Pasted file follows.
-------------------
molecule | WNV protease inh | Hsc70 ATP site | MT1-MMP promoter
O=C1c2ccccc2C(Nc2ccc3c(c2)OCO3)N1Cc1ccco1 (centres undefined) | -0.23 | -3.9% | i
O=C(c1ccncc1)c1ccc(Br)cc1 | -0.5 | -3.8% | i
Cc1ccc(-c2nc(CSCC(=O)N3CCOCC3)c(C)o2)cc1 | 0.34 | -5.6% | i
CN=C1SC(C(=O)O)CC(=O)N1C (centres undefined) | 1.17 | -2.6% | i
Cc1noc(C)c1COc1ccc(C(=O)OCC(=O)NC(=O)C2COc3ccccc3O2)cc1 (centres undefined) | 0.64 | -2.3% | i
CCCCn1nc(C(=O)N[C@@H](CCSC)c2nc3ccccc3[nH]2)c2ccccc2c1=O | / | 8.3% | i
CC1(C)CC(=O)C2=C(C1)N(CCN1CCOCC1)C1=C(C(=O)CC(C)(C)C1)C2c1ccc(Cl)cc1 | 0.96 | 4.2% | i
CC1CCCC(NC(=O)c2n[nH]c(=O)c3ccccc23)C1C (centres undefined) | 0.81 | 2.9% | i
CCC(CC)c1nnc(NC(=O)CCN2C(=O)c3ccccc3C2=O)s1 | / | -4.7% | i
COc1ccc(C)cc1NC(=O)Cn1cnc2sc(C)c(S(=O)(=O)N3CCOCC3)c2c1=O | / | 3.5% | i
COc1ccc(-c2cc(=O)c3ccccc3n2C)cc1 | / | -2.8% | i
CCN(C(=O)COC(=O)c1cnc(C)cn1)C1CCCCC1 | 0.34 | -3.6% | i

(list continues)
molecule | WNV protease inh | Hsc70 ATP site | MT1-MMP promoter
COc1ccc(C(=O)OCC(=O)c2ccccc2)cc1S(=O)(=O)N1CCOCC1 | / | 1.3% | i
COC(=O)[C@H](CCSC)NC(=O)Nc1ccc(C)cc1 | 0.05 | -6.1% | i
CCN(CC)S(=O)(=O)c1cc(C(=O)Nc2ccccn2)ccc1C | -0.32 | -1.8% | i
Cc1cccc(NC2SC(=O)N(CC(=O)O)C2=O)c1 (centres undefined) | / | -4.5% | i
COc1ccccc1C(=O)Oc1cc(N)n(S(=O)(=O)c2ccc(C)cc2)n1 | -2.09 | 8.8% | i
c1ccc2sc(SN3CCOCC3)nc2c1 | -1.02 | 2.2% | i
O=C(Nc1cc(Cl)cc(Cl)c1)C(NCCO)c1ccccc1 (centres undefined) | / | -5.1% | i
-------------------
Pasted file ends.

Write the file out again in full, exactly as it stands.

molecule | WNV protease inh | Hsc70 ATP site | MT1-MMP promoter
O=C1c2ccccc2C(Nc2ccc3c(c2)OCO3)N1Cc1ccco1 (centres undefined) | -0.23 | -3.9% | i
O=C(c1ccncc1)c1ccc(Br)cc1 | -0.5 | -3.8% | i
Cc1ccc(-c2nc(CSCC(=O)N3CCOCC3)c(C)o2)cc1 | 0.34 | -5.6% | i
CN=C1SC(C(=O)O)CC(=O)N1C (centres undefined) | 1.17 | -2.6% | i
Cc1noc(C)c1COc1ccc(C(=O)OCC(=O)NC(=O)C2COc3ccccc3O2)cc1 (centres undefined) | 0.64 | -2.3% | i
CCCCn1nc(C(=O)N[C@@H](CCSC)c2nc3ccccc3[nH]2)c2ccccc2c1=O | / | 8.3% | i
CC1(C)CC(=O)C2=C(C1)N(CCN1CCOCC1)C1=C(C(=O)CC(C)(C)C1)C2c1ccc(Cl)cc1 | 0.96 | 4.2% | i
CC1CCCC(NC(=O)c2n[nH]c(=O)c3ccccc23)C1C (centres undefined) | 0.81 | 2.9% | i
CCC(CC)c1nnc(NC(=O)CCN2C(=O)c3ccccc3C2=O)s1 | / | -4.7% | i
COc1ccc(C)cc1NC(=O)Cn1cnc2sc(C)c(S(=O)(=O)N3CCOCC3)c2c1=O | / | 3.5% | i
COc1ccc(-c2cc(=O)c3ccccc3n2C)cc1 | / | -2.8% | i
CCN(C(=O)COC(=O)c1cnc(C)cn1)C1CCCCC1 | 0.34 | -3.6% | i

(list continues)
molecule | WNV protease inh | Hsc70 ATP site | MT1-MMP promoter
COc1ccc(C(=O)OCC(=O)c2ccccc2)cc1S(=O)(=O)N1CCOCC1 | / | 1.3% | i
COC(=O)[C@H](CCSC)NC(=O)Nc1ccc(C)cc1 | 0.05 | -6.1% | i
CCN(CC)S(=O)(=O)c1cc(C(=O)Nc2ccccn2)ccc1C | -0.32 | -1.8% | i
Cc1cccc(NC2SC(=O)N(CC(=O)O)C2=O)c1 (centres undefined) | / | -4.5% | i
COc1ccccc1C(=O)Oc1cc(N)n(S(=O)(=O)c2ccc(C)cc2)n1 | -2.09 | 8.8% | i
c1ccc2sc(SN3CCOCC3)nc2c1 | -1.02 | 2.2% | i
O=C(Nc1cc(Cl)cc(Cl)c1)C(NCCO)c1ccccc1 (centres undefined) | / | -5.1% | i